James and Bonnie Bailey were ecstatic when they learned they had inherited their Great Aunt Grace's family home. But their excitement soon soured when James, who wanted to sell the property and split the profits with his sister, found out Bonnie was planning to live in the house. Lack of estate planning before a loved one's death can easily escalate into a full-fledged real estate dispute later. And disputes such as this one are more common than you may think. It doesn't matter how the property has come into your possession - through inheritance, as a gift from a living friend or relative or in a situation where non-related people purchased property together - make it your business to know what your rights are.
There are many reasons for wanting to sell a co-owned property (referred to as cotenancy). Often times the property is located out-of-state and you may not want to maintain something you cannot personally supervise. Even if you do live close to the property, you may be too busy or just not be interested in it. You may have purchased the property with a significant other during better times. Whatever the circumstances, you now may want to cash out your portion of the investment.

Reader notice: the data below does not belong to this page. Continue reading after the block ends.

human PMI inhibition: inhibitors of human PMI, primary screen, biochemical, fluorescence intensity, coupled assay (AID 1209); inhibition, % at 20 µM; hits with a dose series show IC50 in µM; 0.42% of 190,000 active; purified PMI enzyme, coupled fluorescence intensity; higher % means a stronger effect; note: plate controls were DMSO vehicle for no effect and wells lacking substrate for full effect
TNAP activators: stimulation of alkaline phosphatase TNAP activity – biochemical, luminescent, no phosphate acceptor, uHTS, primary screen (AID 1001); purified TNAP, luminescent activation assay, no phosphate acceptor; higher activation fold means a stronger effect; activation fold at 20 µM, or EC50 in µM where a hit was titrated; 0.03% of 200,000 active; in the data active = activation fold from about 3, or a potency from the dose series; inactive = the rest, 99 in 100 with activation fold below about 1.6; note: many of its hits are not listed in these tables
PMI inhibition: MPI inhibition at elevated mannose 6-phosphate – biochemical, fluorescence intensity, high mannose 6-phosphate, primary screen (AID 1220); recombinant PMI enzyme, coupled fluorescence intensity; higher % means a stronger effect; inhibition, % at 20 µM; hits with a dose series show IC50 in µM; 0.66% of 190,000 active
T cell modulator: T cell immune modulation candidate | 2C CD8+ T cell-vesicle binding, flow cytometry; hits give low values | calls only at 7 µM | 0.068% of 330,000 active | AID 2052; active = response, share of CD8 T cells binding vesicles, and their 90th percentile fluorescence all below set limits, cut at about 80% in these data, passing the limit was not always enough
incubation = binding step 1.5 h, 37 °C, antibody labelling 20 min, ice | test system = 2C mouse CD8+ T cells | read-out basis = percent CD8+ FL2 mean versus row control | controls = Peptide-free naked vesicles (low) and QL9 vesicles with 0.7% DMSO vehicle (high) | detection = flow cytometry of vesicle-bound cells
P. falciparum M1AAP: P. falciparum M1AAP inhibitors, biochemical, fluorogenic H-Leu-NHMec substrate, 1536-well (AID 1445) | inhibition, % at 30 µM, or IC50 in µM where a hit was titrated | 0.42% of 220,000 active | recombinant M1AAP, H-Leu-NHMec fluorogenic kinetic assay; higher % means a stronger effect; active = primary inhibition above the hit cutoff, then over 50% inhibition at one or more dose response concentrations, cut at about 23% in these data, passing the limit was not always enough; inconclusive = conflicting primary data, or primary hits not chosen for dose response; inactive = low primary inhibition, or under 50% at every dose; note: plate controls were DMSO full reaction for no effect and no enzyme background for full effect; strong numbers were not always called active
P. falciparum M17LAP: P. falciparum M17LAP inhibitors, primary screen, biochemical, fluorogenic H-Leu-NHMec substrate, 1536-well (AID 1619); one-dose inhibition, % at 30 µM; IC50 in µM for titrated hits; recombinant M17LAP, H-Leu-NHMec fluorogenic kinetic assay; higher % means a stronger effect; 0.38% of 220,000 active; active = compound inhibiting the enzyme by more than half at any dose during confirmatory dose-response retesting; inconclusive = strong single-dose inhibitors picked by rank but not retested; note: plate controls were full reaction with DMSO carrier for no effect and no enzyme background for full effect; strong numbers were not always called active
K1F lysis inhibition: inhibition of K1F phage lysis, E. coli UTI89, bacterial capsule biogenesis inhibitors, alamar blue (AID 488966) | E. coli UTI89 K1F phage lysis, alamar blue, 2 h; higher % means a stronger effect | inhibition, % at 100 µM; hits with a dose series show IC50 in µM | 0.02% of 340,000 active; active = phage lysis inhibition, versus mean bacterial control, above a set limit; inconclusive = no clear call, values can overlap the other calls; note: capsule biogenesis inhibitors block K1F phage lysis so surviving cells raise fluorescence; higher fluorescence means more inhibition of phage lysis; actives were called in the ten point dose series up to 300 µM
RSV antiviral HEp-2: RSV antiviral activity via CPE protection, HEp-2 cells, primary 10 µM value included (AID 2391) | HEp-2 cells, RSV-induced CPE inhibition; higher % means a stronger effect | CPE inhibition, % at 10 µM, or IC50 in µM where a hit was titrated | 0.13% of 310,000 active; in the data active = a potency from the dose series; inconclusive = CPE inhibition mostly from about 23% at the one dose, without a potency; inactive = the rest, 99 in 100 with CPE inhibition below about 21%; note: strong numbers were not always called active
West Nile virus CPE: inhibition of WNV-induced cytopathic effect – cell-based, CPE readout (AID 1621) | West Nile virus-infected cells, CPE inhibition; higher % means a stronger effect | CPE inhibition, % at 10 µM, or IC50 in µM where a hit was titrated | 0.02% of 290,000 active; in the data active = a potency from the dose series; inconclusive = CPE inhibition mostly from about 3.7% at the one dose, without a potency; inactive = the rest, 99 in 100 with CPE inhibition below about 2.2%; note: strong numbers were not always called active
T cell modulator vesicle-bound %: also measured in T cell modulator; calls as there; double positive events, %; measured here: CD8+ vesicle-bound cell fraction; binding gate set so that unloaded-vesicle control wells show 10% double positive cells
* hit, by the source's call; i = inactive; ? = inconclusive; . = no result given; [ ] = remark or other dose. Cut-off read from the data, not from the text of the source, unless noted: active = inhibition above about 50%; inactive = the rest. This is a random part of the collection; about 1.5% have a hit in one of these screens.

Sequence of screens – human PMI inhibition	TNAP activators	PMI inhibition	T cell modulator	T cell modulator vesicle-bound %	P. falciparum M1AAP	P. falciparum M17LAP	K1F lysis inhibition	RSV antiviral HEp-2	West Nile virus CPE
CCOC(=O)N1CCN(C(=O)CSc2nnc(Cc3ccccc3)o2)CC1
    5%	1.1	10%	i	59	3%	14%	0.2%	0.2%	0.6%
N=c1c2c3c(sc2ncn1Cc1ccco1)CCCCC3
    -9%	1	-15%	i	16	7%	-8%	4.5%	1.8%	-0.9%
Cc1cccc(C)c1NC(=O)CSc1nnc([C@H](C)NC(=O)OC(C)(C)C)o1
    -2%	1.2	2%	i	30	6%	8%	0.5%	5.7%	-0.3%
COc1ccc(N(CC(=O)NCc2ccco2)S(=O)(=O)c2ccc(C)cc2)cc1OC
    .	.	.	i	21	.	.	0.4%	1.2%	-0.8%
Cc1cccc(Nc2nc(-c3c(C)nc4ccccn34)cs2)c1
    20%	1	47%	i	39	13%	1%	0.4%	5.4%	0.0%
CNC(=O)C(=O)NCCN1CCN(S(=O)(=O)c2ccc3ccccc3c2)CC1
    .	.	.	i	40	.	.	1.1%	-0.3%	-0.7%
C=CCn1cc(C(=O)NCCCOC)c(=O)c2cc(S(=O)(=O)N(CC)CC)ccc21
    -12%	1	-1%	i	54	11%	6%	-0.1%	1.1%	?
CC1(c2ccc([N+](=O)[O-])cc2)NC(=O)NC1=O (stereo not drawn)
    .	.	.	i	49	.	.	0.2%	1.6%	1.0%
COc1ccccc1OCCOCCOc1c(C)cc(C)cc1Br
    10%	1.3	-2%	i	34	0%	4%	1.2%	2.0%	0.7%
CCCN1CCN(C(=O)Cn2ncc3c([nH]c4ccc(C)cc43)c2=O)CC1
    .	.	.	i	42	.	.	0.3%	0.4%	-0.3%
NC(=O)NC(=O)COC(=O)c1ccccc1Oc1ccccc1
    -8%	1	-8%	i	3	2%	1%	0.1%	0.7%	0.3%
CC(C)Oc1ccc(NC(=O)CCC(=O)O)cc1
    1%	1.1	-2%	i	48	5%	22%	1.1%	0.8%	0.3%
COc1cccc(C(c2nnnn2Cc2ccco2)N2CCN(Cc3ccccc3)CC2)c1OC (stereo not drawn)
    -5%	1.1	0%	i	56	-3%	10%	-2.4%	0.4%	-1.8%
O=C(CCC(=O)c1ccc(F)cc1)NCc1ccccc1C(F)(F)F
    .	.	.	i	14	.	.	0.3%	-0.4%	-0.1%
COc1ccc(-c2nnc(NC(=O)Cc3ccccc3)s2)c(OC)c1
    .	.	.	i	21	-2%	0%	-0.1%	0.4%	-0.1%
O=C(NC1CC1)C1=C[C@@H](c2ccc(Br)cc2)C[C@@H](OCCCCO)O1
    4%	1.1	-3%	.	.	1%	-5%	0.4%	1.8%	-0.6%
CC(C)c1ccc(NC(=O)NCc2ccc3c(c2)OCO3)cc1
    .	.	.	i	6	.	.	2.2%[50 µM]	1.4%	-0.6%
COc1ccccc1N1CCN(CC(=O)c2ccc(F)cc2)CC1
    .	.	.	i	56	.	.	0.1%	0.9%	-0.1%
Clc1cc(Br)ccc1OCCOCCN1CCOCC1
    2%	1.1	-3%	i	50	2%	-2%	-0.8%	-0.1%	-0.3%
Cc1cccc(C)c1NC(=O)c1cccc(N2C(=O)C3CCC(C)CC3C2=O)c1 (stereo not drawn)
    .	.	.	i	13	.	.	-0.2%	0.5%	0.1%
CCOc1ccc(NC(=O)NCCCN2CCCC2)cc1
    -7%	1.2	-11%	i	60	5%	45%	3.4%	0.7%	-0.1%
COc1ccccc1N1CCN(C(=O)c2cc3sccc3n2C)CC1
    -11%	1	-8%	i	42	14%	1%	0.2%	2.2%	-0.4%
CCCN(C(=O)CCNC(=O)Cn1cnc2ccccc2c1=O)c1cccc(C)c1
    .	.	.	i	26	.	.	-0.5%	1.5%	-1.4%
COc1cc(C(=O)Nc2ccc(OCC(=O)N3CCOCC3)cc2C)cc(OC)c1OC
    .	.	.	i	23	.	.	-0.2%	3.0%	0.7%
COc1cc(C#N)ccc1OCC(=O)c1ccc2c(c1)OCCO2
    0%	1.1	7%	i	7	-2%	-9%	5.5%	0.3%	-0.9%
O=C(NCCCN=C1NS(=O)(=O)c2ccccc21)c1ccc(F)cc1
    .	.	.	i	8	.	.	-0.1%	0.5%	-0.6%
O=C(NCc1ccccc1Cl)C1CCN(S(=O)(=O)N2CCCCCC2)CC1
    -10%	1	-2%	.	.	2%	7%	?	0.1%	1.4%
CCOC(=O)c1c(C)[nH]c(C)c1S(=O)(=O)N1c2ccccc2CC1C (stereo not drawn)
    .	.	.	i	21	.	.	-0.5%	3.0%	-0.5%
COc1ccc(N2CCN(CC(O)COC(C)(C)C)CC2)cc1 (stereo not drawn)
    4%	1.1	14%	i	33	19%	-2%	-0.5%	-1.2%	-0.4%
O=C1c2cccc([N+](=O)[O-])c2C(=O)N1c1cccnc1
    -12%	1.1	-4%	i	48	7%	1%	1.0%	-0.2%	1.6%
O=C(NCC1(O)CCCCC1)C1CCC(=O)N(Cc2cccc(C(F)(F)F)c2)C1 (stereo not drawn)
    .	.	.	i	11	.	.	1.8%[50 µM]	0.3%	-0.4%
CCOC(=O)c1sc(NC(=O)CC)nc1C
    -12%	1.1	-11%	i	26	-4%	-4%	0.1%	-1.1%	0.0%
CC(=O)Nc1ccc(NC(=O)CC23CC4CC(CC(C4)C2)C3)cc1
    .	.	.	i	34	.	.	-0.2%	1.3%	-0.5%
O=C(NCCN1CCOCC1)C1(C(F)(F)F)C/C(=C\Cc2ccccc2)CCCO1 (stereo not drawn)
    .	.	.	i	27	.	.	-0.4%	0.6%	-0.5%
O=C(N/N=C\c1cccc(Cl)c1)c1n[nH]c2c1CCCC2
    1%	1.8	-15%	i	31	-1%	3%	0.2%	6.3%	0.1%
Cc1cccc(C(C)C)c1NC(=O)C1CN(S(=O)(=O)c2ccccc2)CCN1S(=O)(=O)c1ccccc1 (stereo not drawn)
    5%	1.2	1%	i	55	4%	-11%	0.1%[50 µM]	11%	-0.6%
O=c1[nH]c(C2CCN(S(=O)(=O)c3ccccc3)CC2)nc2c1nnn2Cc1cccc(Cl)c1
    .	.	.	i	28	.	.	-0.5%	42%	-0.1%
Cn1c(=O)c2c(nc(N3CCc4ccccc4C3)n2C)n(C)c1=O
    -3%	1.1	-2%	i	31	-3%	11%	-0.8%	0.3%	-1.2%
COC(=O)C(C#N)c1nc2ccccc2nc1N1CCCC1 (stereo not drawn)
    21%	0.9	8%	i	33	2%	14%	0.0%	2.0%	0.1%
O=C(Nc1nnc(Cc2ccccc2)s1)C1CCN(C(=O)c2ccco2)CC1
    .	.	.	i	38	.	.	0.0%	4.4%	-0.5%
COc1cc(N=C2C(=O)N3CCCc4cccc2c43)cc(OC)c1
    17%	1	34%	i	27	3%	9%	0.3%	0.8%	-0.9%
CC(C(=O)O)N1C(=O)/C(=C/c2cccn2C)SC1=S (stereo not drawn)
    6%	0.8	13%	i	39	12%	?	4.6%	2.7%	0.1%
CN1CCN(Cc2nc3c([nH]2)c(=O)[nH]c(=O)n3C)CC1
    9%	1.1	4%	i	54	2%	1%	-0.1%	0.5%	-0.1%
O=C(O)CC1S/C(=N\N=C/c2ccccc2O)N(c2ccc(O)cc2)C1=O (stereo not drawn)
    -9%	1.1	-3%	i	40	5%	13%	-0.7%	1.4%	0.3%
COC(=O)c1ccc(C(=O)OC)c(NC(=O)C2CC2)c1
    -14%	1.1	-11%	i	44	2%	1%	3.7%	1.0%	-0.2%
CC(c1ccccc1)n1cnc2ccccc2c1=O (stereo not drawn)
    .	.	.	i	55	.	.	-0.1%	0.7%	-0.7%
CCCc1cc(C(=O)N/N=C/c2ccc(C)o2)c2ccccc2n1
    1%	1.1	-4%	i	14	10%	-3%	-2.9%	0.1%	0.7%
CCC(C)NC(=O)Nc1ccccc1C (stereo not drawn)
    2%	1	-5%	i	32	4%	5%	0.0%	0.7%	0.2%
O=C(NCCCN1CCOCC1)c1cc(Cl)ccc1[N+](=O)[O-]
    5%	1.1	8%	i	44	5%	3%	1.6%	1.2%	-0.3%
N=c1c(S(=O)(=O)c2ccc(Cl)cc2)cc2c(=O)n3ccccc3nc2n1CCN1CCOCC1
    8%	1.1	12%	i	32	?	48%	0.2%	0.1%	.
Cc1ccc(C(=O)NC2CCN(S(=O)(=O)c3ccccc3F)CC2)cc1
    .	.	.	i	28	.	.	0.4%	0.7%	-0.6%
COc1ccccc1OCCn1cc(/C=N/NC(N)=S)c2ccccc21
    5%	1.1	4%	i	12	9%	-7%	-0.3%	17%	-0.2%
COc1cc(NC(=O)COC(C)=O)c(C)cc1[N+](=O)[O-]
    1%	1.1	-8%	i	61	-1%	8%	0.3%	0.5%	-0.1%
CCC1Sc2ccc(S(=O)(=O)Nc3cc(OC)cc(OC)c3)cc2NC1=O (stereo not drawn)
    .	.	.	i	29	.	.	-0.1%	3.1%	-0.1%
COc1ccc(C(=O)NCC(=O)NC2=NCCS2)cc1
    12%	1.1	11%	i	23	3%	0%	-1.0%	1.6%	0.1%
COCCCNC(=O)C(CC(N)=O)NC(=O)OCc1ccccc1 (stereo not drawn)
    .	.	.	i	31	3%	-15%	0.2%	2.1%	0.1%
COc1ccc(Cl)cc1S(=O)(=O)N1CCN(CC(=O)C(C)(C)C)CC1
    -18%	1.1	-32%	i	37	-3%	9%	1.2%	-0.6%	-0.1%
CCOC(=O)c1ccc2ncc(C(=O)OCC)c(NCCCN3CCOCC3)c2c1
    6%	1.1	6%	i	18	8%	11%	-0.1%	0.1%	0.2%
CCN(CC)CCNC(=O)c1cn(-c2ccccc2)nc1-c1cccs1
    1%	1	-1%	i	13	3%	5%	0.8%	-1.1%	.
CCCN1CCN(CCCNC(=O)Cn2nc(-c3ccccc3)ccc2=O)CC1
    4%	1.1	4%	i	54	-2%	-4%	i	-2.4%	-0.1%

When you have a dispute between real estate co-owners, the key is to get all parties to agree. No one is going to buy a one half interest in a house and move in with the person who doesn't want to sell. There is no such thing as a sale of half a house. How do you ever find consensus? Through education and through understanding of your legal rights.
At Berger & Kindberg Law we not only understand the law but the business of cotenancy and want to work with you to come to the best solution possible. In North Carolina, the law dictates that if just one of the co-owners wants to sell the property, this request takes precedent over the co-owners who do not wish to sell. With all the complexities involved (including tax planning) it's always best to seek the advice of a legal professional.
It is our hope that once everyone understands their rights and the law that all parties will end up working together, but if a reasonable solution cannot be worked out, Berger & Kindberg Law will aggressively work to assert and protect your interest in a way to get you the maximum expectation under the law.
For more information, contact Berger & Kindberg Law at 704.553-7614 or email us at info@BergerLawGroup.com.
Other related topics:
• Inherited property
• Real estate gifts
• Purchasing property with significant others
• Planning for the succession of real estate (estate planning)